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Karzai Pledges To Fight Corruption As He Starts Second Term

WATCH: Reuters video of the ceremony around Karzai's swearing-in as Afghan president.

By Abubakar Siddique

Afghan President Hamid Karzai has been inaugurated for a second five-year term in the capital, Kabul, in an elaborate ceremony attended by prominent international and Afghan dignitaries.

In a wide-ranging speech, Karzai appeared to seek a balance by addressing the concerns of constituents and outsiders alike -- pledging to establish peace and security; calling for a "Loya Jirga," or traditional grand assembly, to reconcile with insurgents; and vowing to confront firmly entrenched corruption.

He also attempted to bridge the rifts that remain following a protracted and contentious election process.

"Today, after having taken the oath as president of Afghanistan, I consider myself a servant of the entire Afghan nation -- for every individual in Afghanistan, from all corners of Afghanistan," he said.

Karzai delivers his inauguration speech in Kabul
To his political opponents, Karzai offered an olive branch by inviting them to participate in the new administration and the political system.

"Once again, I invite all the [presidential] candidate brothers to come and work with us for a better tomorrow for our marginalized nation," Karzai said.

Karzai also addressed the intense scrutiny he has faced in recent months from international backers, who have questioned his administration's commitment to fighting corruption and the rising Taliban insurgency.

Karzai listed peace and reconciliation as the top priorities of his new administration, saying the government aims to gradually take over security responsibilities and vowing to call a "Loya Jirga," or traditional grand assembly, to reconcile with insurgents.

"We welcome all our estranged compatriots who are not linked to international terrorist networks and who want to return to their homeland and live peacefully under our constitution," he said.

Karzai's swearing-in came as U.S. Secretary of State Hillary Clinton, who was in Kabul for the ceremony, renewed Washington's demands for an "accountable, transparent government" in Afghanistan.

Karzai devoted part of his speech to the thorny corruption issue.

"Ministers in Afghanistan should be just, competent, and servants of the people," he said. "Senior government officials -- particularly the ministers, their deputies, and provincial governors -- are bound to register all their assets.

The ceremony was attended by hundreds of foreign and Afghan officials.
"We are consulting with the parliament to frame an anticorruption law for auditing the possessions of senior government officials."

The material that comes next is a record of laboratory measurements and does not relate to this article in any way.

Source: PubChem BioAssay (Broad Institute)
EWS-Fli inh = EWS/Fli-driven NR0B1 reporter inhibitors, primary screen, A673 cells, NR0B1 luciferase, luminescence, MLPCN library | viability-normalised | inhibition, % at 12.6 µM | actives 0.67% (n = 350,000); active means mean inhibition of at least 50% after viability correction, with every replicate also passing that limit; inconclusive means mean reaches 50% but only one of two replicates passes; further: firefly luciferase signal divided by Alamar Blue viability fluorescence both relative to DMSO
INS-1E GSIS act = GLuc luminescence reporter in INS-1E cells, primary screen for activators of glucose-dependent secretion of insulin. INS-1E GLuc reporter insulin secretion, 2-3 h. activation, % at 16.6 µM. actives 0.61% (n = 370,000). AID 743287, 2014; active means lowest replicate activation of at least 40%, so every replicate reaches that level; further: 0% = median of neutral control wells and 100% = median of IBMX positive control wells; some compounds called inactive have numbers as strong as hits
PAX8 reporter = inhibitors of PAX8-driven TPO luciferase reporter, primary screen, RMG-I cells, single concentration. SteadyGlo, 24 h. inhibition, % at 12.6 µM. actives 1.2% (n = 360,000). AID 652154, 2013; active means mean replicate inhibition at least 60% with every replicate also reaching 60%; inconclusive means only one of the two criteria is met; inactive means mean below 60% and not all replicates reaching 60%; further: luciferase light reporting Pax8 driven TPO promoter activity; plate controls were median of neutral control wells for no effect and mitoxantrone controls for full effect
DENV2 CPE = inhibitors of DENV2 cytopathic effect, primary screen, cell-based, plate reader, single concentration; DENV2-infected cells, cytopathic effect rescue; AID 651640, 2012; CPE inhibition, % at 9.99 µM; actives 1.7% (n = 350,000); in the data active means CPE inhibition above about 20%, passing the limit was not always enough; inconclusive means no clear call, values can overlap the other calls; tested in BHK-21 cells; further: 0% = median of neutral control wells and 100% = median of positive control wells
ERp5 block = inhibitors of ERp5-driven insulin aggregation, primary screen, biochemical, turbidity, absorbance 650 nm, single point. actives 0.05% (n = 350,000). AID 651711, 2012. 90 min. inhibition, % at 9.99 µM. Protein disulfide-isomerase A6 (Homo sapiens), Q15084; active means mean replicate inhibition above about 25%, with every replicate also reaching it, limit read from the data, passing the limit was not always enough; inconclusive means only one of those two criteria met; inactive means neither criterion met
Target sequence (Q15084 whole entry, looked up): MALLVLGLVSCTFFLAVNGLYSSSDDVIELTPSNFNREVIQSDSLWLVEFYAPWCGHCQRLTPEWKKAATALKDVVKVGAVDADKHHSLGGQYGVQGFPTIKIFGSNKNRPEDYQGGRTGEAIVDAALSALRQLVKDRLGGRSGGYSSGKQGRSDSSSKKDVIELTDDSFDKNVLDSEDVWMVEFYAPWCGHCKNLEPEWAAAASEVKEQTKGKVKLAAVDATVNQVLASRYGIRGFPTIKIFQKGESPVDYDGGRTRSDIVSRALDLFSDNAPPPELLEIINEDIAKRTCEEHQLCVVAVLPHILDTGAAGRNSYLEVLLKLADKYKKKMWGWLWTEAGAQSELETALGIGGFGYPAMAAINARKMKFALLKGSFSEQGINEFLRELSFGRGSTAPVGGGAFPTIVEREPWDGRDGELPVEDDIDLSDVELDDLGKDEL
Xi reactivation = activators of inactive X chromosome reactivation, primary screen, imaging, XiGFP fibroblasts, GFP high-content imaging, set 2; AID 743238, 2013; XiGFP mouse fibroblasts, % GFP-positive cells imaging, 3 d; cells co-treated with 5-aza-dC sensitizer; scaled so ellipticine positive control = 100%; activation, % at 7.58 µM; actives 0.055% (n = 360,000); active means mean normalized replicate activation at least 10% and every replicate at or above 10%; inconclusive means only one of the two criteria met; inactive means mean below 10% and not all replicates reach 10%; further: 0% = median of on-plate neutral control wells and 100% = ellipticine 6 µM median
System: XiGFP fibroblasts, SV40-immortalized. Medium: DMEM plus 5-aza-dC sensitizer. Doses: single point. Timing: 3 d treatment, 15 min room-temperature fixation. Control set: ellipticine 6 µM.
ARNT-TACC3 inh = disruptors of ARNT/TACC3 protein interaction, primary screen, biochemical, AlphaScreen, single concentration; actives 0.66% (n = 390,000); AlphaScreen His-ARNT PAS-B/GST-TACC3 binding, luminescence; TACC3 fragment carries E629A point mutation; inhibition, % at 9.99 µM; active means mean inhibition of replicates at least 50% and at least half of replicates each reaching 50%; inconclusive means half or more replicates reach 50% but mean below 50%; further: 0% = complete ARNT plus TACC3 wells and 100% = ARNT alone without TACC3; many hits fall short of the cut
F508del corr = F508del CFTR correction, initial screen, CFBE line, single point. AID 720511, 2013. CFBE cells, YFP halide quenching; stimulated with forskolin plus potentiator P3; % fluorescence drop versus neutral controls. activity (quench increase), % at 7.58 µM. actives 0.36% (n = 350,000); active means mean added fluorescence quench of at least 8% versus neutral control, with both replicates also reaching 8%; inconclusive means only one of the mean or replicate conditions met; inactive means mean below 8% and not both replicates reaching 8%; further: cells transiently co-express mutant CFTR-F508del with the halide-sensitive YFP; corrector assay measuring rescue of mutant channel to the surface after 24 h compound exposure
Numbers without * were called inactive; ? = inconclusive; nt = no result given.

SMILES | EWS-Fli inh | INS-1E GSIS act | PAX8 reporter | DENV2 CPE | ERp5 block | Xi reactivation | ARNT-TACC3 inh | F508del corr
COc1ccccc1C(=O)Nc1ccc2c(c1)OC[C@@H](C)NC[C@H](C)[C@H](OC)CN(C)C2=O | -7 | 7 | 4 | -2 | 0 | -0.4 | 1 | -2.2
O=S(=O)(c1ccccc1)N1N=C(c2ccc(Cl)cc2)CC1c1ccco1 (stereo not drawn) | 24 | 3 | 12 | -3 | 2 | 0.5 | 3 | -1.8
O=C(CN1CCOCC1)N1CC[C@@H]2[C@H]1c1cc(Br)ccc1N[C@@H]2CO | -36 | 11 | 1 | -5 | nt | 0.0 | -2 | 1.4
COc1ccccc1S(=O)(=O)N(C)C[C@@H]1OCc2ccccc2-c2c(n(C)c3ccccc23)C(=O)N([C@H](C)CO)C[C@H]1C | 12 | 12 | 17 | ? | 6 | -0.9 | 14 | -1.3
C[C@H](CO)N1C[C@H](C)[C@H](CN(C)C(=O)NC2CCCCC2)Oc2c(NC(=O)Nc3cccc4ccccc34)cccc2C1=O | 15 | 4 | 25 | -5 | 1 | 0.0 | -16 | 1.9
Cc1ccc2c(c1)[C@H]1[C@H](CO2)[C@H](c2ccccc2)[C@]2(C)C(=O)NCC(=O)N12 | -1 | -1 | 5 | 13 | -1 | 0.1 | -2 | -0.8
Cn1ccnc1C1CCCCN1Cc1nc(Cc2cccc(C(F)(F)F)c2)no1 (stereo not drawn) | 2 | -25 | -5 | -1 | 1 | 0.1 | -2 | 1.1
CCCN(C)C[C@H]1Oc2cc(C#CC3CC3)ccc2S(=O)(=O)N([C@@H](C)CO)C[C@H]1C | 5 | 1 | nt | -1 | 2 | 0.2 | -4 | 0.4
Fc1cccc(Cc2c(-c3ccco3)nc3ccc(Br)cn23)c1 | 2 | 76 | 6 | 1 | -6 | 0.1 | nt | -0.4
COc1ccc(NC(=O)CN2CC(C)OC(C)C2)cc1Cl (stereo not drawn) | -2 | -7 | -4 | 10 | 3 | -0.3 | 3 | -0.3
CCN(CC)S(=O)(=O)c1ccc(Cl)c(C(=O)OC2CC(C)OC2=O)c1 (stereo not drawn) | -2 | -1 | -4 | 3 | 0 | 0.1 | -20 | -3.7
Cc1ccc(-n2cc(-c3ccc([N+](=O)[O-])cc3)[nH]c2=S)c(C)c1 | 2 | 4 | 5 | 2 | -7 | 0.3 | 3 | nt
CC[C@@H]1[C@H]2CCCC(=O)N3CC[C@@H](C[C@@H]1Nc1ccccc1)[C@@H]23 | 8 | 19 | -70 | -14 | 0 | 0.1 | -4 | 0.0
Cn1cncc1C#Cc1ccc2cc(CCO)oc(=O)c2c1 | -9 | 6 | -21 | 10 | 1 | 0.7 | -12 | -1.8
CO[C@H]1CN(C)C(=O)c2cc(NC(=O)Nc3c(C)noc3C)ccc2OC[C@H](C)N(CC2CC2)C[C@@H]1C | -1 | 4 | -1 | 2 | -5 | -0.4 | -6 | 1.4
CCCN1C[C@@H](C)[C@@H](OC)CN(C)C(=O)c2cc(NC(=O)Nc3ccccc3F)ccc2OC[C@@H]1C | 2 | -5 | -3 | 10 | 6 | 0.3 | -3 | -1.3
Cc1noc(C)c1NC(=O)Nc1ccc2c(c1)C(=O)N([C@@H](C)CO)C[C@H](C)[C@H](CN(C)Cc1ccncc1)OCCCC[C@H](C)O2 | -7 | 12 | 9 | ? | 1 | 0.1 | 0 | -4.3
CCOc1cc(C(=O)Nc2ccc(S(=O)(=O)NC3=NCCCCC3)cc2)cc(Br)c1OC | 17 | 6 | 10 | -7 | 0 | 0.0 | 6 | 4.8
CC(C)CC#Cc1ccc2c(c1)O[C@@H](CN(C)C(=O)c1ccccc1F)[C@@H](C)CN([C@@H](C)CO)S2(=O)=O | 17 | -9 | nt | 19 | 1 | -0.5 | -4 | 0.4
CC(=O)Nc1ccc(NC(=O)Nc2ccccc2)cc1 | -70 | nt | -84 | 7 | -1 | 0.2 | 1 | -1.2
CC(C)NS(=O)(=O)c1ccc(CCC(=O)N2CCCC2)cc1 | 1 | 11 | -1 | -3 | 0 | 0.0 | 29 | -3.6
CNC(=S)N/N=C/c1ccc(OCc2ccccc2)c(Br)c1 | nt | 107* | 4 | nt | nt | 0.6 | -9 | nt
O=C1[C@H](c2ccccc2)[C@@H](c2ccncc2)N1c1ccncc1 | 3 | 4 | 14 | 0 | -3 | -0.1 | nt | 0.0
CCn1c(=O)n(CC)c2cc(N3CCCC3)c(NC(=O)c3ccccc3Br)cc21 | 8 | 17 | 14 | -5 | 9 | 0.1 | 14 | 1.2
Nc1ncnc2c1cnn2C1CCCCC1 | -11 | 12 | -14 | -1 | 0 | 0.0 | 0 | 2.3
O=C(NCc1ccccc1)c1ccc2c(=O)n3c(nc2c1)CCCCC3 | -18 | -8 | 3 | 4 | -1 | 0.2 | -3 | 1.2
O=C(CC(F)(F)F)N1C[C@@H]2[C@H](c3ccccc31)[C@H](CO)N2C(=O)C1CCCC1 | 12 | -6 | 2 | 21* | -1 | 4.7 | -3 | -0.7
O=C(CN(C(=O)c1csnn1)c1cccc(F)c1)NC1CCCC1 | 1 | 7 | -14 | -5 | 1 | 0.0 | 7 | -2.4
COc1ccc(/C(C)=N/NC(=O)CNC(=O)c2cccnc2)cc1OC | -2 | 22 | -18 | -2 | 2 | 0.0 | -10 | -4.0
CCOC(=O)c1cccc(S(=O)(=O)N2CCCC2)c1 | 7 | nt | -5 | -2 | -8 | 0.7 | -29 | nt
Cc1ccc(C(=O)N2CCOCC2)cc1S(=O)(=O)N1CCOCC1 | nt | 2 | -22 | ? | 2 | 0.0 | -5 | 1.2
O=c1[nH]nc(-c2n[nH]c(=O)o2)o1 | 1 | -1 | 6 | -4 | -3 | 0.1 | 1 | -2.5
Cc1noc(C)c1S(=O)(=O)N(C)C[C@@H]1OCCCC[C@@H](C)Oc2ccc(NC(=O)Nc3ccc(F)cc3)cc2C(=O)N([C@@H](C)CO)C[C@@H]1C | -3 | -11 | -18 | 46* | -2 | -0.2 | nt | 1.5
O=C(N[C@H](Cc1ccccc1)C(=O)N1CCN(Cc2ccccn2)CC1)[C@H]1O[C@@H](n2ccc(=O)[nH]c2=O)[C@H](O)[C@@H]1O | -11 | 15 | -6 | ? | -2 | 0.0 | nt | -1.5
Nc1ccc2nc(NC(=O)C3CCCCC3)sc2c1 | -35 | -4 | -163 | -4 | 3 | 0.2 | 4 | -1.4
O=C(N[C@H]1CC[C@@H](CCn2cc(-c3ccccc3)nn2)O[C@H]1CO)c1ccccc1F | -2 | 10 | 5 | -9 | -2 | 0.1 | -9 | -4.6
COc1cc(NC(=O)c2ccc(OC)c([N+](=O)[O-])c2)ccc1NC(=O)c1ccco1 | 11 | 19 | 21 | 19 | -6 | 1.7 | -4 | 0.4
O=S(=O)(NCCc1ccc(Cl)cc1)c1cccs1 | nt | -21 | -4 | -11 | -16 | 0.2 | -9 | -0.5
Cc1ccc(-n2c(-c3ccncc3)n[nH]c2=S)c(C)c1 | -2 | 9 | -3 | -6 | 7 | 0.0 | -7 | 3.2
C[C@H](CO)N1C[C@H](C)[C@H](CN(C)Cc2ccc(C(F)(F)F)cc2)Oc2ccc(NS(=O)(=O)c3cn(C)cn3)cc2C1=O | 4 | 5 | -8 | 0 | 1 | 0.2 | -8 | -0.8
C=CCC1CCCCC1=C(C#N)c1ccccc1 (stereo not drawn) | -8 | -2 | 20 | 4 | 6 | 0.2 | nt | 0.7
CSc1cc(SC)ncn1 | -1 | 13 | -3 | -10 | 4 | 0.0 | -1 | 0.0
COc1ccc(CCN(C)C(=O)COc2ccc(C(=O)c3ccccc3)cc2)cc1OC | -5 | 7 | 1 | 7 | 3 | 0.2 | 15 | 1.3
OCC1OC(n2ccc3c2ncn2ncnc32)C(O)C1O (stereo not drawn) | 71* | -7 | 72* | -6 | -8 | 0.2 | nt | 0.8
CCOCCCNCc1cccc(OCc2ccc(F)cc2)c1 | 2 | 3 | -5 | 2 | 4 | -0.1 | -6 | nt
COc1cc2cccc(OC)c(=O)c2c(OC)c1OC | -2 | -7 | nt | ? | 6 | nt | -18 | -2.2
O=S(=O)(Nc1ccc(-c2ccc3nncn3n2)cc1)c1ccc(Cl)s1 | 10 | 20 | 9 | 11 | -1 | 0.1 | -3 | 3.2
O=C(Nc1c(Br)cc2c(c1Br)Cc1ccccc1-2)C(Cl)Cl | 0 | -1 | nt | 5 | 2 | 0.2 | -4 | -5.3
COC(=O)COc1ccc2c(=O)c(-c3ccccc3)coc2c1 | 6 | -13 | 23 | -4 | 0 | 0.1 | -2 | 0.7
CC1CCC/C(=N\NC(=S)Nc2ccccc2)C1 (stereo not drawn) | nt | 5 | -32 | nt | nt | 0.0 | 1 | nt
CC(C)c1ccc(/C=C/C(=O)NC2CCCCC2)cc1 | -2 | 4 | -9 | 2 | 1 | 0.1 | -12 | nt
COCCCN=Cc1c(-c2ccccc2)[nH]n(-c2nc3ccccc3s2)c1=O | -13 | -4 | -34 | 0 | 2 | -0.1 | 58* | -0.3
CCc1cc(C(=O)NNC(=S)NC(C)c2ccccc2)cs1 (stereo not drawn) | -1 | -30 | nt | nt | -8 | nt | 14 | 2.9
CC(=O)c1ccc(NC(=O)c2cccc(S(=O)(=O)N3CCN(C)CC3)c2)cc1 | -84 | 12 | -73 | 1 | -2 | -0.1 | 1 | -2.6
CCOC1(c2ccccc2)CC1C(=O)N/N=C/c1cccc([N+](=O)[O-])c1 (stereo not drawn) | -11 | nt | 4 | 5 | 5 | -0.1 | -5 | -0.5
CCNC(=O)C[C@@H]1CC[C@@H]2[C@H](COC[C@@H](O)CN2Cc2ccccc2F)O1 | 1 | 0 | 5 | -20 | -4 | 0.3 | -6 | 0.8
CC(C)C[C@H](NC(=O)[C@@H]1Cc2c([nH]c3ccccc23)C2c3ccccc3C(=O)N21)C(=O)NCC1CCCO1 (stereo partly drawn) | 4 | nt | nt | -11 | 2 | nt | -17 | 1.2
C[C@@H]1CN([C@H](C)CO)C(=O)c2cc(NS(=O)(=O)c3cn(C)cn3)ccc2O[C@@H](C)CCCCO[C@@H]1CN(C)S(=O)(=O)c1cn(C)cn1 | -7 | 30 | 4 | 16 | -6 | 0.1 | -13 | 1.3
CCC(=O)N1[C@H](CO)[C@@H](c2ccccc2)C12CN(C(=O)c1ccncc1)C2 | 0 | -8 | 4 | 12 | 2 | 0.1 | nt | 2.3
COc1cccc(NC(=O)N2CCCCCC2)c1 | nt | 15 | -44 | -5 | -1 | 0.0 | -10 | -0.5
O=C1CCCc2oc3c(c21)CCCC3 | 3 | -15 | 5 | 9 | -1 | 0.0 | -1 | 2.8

Karzai thanked the United States and Western donors for reconstruction aid they have provided, but called for increased Afghan ownership of aid projects. He said that an international conference in Kabul would open a "new chapter of aid and cooperation" between Afghanistan and the international community.

Karzai expressed hope that at the end of his new five-year term, Afghanistan will be a stable developing nation.

"In the next five years Afghanistan should be a country that will be able to defend itself. And, God willing, peace will prevail in all its corners," he said. "God willing, Afghanistan will proudly own a strong democratic system. And tens of thousands of Afghan youth will be implementing and overseeing reconstruction projects. All of its cities and villages will have electricity."

A UN-sponsored peace conference in Bonn first selected Karzai as the leader of the first post-Taliban interim administration. In June 2002, a traditional Afghan assembly of elders elected him as transitional leader for another two years. Karzai won a full term in the country's first democratic presidential election in 2004.

Former Afghan Foreign Minister Abdullah Abdullah, who alleged massive fraud in the first round of the presidential vote and then pulled out of the planned second round because he said authorities could not ensure a fair vote on November 7, did not attend Karzai's inauguration. Abdullah had called his withdrawal a difficult decision made "in the intersts of the nation."

"[I have] been asking for changes, changes in the system, changes in the policies," Abdullah told Reuters after the inauguration. "I didn't see any new idea offered by Mr. Karzai or any promise made to the people or to the international community so [that] I would be hopeful, regardless of my own position, that the situation will get better."

Dpa quoted a provincial police chief saying that a suicide bomber had struck in southern Afghanistan on inauguration day, killing at least 10 people, some of them children, and wounding 13 others in an attack near a police station.